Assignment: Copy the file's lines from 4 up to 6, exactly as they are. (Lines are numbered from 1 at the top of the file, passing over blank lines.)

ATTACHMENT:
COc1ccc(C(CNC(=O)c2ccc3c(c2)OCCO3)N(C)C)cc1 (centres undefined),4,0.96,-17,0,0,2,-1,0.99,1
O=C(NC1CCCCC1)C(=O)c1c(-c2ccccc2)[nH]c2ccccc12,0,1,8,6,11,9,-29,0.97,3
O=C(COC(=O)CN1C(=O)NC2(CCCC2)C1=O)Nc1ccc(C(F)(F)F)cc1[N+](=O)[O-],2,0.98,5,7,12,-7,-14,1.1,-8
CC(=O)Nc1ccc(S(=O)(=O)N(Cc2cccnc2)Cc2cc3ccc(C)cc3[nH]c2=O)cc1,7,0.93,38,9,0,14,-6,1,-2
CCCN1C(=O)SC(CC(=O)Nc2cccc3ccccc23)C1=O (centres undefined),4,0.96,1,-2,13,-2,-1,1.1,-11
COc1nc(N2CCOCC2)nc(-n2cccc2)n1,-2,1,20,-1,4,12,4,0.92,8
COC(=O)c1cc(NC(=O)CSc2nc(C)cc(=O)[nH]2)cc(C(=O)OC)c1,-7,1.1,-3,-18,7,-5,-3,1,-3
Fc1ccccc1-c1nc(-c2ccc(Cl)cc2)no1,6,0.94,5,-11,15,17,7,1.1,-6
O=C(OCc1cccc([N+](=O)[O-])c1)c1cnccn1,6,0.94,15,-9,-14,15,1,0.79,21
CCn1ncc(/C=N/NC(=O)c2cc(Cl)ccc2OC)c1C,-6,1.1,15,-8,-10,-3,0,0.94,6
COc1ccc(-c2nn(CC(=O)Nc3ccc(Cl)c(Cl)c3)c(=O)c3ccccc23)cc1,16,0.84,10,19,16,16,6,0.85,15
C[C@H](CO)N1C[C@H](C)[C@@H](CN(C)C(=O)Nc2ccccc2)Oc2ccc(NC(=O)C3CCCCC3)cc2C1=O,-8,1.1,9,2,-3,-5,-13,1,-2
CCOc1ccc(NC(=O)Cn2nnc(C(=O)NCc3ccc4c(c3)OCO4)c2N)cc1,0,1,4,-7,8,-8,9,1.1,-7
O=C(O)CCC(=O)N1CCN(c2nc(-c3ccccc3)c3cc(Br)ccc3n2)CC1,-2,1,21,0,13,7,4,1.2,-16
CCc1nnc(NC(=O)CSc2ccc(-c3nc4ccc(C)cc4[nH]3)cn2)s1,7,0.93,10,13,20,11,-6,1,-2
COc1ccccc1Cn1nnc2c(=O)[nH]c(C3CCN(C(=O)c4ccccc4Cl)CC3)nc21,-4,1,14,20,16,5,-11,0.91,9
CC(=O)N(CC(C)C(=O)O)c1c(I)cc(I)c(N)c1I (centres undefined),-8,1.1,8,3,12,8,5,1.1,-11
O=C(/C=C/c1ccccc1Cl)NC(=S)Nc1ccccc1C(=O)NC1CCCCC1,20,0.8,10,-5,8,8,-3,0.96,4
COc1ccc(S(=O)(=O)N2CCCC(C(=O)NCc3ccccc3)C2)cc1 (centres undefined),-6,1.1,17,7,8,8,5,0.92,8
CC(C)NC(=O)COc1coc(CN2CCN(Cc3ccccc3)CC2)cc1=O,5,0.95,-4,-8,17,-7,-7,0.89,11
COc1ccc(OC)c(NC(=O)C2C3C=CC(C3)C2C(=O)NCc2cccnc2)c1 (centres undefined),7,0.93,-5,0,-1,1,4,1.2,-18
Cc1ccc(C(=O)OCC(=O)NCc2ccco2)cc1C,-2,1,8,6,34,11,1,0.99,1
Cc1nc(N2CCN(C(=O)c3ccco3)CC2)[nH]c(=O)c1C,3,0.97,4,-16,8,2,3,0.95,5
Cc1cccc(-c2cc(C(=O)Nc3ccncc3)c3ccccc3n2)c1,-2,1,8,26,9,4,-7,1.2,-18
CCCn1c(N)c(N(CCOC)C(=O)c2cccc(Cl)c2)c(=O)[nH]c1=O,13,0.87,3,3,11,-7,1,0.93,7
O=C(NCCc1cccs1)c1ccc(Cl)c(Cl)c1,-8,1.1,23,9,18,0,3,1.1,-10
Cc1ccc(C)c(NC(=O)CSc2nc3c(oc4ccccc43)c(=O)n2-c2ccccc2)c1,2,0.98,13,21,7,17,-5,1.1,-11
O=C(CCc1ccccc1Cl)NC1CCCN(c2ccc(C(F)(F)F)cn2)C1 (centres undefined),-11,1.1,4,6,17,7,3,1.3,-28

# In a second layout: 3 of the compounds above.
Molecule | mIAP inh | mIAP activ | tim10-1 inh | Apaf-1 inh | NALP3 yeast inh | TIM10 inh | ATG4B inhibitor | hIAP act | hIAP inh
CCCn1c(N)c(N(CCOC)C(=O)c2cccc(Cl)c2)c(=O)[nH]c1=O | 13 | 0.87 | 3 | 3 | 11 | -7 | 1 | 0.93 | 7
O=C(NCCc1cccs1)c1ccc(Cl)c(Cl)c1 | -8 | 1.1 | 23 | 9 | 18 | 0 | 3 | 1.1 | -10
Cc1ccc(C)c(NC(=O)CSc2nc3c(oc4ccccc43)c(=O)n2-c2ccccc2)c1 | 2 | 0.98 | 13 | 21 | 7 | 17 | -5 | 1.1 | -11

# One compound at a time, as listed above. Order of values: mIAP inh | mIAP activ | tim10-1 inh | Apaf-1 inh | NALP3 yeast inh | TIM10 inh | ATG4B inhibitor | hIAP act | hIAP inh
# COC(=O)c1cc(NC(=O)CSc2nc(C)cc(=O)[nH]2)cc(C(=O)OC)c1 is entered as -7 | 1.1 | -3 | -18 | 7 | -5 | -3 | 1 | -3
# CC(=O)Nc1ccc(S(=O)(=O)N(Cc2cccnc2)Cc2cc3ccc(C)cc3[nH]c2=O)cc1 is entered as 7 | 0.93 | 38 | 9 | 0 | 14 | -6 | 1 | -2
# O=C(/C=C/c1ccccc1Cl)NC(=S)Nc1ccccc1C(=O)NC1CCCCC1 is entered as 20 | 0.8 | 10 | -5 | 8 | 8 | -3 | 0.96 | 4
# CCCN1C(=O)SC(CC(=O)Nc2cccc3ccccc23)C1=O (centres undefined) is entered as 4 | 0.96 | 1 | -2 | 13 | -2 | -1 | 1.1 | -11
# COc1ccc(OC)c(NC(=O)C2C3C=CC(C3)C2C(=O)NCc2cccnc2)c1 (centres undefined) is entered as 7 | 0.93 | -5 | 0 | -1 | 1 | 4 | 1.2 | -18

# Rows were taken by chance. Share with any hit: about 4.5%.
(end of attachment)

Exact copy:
CC(=O)Nc1ccc(S(=O)(=O)N(Cc2cccnc2)Cc2cc3ccc(C)cc3[nH]c2=O)cc1,7,0.93,38,9,0,14,-6,1,-2
CCCN1C(=O)SC(CC(=O)Nc2cccc3ccccc23)C1=O (centres undefined),4,0.96,1,-2,13,-2,-1,1.1,-11
COc1nc(N2CCOCC2)nc(-n2cccc2)n1,-2,1,20,-1,4,12,4,0.92,8